A group of friends who started a mobile coffee van in Horsham have donated its profits to Wimmera Health Care Group Foundation.

The friends were all committee members of Horsham United Football Club in 2013 when then junior football director Robert Goudie suggested a coffee van would be a good investment. He and brother Richard then approached staunch club supporters Steve and Sue Hayden of Horsham company Wombat Conversions about building a custom-designed mobile coffee van.

The van was built over the summer and Robert and fellow club committee members Janette Taylor, Christine Chapple and Peter Miller were trained as baristas in preparation for the coming season.

Robert said the timing wasn’t ideal because the club lost players at the start of that season and merged with Natimuk Football Club in Horsham District Football League.

“The new club chose not to buy the van so we were left with a brand new van and trained volunteer baristas with no one to service,” Robert said.

“At the time, the Wimmera Cancer Centre was in the throes of seeking funding to start building so we all decided we would commit all profits there,” he said.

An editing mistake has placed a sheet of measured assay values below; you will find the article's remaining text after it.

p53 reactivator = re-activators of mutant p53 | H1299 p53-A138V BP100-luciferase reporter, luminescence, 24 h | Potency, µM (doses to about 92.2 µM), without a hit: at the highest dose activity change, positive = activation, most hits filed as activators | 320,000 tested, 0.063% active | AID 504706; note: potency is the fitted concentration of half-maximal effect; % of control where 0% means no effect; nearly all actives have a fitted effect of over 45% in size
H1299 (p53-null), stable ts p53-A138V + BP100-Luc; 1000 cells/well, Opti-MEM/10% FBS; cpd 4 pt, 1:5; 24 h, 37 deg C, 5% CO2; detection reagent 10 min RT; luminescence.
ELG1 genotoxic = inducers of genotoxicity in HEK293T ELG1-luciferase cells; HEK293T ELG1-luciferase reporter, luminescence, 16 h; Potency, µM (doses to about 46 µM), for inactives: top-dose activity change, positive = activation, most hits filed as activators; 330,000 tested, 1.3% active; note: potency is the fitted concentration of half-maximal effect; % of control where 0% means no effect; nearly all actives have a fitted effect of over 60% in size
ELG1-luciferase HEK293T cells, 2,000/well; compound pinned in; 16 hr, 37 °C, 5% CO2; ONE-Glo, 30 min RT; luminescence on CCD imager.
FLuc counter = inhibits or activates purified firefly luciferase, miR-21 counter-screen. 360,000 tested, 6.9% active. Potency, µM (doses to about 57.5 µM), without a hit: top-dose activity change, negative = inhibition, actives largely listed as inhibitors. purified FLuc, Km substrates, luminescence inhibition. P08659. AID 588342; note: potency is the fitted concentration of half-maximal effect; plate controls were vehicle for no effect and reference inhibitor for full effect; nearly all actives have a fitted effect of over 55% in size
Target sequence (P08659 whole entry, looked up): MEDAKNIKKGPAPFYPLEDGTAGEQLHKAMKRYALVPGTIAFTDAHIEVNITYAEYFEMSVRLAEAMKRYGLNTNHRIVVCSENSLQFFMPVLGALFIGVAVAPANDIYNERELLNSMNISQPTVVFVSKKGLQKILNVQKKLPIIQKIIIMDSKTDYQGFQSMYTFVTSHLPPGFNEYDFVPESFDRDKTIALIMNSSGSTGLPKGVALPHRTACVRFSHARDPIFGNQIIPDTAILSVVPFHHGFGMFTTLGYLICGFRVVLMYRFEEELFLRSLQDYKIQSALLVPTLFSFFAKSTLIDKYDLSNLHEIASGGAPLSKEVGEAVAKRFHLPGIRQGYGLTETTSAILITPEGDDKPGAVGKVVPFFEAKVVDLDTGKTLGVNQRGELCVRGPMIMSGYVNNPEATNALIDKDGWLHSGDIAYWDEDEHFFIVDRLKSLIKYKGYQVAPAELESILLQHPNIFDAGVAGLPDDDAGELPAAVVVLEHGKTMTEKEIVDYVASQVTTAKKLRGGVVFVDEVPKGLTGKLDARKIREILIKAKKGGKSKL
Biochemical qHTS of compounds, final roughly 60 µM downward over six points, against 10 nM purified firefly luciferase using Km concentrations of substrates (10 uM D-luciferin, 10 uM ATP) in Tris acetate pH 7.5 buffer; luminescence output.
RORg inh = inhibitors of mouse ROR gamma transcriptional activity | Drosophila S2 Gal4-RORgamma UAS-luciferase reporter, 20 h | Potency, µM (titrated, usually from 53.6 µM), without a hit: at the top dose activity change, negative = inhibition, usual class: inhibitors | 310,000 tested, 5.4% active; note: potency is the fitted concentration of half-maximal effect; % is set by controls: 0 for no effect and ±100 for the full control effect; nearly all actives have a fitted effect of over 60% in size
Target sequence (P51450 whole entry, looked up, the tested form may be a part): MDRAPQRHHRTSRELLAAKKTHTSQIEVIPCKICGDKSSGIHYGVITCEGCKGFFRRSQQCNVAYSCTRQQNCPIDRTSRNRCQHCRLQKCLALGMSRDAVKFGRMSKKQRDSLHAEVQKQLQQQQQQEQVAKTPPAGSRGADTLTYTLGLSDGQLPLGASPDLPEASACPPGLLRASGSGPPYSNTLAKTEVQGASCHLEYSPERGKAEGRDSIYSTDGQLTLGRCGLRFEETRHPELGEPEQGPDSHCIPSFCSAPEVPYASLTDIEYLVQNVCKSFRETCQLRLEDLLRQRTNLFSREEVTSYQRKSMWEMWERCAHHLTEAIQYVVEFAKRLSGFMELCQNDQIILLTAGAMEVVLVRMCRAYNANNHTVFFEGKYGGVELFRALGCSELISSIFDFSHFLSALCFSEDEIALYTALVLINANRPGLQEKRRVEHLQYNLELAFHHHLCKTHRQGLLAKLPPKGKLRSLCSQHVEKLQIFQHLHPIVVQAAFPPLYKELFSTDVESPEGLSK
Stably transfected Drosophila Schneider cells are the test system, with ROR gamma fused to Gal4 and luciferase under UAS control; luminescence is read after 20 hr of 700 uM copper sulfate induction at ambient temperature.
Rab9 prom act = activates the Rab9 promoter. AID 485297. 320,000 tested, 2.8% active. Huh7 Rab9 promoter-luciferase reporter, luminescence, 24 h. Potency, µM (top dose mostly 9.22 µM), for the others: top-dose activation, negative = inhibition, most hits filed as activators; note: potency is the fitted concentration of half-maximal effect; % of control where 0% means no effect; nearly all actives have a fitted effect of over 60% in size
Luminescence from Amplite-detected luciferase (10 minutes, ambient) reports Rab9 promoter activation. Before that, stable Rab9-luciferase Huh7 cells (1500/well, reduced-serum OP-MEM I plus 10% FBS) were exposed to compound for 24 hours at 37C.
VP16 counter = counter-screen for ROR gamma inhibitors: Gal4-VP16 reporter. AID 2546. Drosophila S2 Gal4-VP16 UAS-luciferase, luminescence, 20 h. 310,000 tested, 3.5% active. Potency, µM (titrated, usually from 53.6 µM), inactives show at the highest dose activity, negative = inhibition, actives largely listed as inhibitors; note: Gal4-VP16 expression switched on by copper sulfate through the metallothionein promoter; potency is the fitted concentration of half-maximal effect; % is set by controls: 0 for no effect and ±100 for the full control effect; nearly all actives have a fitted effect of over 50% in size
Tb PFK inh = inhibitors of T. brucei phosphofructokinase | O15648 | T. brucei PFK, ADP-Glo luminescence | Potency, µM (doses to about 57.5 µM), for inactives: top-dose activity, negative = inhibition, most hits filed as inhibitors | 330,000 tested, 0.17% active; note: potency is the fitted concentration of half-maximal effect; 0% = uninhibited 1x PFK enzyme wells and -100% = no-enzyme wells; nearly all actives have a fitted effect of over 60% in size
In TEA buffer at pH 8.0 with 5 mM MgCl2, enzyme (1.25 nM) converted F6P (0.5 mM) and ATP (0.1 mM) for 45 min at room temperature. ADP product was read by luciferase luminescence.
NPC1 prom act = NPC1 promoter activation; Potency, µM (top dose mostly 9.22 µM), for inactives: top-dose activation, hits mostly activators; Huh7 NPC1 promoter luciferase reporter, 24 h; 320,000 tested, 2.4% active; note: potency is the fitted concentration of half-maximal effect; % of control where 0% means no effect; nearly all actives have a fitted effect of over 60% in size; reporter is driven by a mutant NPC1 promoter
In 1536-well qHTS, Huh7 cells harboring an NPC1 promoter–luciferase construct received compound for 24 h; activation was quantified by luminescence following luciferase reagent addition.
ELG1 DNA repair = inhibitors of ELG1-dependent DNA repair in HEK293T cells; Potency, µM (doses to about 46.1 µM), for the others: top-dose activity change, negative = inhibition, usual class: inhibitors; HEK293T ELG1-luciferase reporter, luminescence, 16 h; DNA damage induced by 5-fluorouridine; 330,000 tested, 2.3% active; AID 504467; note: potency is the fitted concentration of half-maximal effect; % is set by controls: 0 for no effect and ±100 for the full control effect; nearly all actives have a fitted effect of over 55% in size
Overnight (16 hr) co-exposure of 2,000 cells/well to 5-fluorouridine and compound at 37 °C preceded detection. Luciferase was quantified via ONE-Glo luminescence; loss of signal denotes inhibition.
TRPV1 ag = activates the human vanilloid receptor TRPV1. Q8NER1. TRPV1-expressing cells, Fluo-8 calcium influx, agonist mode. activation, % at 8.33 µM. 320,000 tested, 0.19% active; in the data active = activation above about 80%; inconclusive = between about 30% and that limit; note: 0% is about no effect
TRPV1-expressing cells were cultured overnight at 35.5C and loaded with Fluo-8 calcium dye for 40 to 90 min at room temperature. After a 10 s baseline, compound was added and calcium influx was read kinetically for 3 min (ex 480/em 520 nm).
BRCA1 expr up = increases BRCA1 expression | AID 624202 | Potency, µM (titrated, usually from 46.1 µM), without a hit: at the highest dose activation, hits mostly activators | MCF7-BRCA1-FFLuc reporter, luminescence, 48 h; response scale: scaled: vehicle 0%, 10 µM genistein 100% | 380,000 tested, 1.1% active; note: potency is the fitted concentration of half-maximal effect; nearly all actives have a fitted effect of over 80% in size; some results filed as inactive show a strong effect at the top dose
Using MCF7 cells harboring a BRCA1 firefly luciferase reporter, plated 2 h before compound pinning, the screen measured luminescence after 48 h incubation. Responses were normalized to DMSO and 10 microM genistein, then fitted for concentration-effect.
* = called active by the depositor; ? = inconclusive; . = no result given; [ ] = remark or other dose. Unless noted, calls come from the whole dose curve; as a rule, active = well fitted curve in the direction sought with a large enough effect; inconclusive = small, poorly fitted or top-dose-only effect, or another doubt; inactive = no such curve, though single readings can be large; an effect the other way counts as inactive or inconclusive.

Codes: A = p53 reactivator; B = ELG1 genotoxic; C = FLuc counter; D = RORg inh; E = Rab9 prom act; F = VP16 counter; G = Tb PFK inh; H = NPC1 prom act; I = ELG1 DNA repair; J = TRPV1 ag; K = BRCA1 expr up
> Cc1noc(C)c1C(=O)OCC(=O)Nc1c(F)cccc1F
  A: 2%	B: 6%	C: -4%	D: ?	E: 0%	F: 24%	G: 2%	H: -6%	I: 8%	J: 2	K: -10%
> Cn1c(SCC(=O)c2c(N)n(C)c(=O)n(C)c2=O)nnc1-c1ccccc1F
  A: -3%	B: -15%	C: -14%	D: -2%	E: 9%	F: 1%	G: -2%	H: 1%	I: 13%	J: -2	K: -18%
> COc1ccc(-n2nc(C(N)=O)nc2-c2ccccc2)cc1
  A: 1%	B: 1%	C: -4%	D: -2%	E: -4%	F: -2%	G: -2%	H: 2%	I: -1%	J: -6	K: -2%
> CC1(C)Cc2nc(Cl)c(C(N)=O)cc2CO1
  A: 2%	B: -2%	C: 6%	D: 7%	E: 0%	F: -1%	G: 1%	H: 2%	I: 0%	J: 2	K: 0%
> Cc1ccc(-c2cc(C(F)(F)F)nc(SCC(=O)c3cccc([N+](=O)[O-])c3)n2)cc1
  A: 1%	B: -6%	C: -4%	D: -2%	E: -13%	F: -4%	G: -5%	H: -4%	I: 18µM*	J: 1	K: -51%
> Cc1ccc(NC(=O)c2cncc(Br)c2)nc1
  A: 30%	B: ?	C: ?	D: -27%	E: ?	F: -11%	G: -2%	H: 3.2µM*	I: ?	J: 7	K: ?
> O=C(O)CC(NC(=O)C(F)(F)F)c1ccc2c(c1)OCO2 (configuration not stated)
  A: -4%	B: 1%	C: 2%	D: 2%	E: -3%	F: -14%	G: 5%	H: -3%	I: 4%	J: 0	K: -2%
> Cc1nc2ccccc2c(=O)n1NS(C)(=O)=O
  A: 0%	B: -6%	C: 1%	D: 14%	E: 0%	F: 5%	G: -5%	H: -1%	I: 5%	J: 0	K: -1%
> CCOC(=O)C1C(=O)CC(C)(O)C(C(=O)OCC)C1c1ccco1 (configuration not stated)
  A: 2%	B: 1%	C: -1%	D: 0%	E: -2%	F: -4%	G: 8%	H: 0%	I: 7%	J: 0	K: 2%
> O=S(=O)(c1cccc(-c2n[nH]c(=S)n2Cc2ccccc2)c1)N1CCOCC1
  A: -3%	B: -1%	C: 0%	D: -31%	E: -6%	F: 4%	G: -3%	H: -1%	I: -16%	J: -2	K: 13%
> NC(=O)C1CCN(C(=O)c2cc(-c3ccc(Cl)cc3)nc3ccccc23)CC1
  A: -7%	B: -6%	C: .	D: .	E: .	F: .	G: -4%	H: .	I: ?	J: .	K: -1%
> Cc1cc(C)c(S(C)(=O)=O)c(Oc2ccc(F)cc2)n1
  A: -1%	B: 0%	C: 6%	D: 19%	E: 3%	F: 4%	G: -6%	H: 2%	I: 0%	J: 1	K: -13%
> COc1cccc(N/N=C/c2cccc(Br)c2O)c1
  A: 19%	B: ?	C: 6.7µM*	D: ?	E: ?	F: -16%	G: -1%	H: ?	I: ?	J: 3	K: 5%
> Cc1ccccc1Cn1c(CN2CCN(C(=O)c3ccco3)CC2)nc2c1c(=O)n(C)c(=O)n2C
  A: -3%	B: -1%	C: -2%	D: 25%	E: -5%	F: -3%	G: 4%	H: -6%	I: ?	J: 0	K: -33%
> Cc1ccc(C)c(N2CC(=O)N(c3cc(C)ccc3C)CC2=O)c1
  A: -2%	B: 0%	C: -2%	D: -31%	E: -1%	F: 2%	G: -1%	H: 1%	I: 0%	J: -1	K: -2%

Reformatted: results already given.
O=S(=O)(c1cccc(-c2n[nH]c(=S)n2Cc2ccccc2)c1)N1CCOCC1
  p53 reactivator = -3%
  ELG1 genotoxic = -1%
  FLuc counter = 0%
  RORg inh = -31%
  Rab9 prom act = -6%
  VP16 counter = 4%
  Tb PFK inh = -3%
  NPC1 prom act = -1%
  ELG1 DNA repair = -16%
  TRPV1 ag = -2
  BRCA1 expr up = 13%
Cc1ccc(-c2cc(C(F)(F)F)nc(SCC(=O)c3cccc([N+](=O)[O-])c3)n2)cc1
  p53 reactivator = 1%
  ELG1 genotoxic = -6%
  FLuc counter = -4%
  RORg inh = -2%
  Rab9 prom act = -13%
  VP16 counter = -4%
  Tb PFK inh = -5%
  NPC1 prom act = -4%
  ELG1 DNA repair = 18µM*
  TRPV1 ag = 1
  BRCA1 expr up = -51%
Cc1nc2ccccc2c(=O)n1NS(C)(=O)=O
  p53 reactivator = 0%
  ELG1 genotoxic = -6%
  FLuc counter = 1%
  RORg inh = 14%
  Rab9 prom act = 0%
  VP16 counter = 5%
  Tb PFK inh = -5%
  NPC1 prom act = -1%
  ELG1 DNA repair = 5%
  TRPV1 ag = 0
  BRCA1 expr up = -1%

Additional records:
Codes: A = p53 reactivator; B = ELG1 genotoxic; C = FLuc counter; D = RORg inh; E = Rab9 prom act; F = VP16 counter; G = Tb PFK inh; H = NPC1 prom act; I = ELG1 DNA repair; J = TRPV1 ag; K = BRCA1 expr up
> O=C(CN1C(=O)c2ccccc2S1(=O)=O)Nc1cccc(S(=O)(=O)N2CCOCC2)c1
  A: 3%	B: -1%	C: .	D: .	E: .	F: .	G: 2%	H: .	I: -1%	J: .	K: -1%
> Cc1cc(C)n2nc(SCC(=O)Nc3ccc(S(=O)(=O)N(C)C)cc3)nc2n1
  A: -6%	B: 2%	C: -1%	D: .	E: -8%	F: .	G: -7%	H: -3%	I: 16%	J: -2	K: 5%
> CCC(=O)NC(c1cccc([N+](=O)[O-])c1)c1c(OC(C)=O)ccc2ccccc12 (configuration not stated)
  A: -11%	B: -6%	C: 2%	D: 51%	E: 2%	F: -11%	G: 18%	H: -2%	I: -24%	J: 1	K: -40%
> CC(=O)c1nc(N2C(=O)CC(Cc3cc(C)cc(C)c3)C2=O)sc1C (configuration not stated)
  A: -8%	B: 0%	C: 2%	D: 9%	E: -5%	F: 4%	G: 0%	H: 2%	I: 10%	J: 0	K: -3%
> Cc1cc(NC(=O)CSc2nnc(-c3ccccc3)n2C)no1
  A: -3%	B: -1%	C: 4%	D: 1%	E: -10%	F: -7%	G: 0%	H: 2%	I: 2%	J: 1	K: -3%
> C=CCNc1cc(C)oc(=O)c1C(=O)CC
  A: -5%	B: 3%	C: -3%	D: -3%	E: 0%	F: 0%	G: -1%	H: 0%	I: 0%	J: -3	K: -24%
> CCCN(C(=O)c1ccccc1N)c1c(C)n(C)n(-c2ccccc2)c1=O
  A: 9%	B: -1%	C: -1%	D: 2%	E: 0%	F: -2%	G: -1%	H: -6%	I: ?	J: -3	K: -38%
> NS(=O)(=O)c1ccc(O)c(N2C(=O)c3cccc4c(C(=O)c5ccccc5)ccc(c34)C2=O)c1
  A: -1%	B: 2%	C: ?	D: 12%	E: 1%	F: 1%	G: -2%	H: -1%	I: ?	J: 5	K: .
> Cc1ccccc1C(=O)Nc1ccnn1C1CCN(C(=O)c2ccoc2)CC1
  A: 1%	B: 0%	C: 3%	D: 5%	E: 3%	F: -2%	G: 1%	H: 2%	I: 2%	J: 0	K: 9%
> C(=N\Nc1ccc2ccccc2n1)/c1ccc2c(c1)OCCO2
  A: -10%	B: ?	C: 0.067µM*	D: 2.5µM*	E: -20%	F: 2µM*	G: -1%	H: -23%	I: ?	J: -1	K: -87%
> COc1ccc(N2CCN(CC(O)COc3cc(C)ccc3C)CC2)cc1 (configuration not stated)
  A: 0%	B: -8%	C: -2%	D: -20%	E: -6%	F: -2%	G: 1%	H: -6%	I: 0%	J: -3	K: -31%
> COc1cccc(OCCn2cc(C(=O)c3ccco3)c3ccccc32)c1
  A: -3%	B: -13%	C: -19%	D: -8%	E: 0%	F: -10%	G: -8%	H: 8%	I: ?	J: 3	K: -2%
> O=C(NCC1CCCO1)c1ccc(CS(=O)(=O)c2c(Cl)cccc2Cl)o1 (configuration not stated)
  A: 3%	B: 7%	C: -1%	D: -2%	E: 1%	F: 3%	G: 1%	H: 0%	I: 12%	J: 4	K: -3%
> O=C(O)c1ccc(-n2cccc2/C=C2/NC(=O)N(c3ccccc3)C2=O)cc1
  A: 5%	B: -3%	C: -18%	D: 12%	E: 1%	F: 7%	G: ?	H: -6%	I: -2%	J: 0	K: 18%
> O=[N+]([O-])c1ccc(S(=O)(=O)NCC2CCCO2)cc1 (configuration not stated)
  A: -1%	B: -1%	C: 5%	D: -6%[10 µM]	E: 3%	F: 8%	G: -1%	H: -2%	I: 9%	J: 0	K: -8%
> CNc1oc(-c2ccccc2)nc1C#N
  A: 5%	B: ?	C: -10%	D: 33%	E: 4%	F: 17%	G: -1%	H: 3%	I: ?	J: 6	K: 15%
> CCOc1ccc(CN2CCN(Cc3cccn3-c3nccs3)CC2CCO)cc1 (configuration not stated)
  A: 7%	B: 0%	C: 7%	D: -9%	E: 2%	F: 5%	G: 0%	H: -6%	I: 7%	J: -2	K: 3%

“We spent the next few years attending football matches and various community events making coffee and selling hot jam donuts.

“By the time we had made enough profit to pay for the van, the cancer centre no longer required the funding, so we are presenting $35,000 to the foundation instead.”

Mr Goudie said the experience was thoroughly enjoyed by all.

“There were times at some of the bigger events where we just went flat chat making coffee for long lines of customers but we had plenty of fun moments along the way,” he said.

“There was plenty of friendly banter about who was the best barista.”

The group was able to finalise its donation after selling the coffee van to Horsham caterer Brad Wade who provides a regular morning service from O’Callaghan Parade.

Foundation chair Graeme Hardman was very impressed with the donation.

“The foundation is always appreciative of such a generous donation,” Mr Hardman said.

“The more donations, the more we are able to invest in hospital infrastructure,” he said.

“We recently purchased a colposcope for gynecology and we are looking at funding a theatre tracking system in the near future.”

Printer friendly version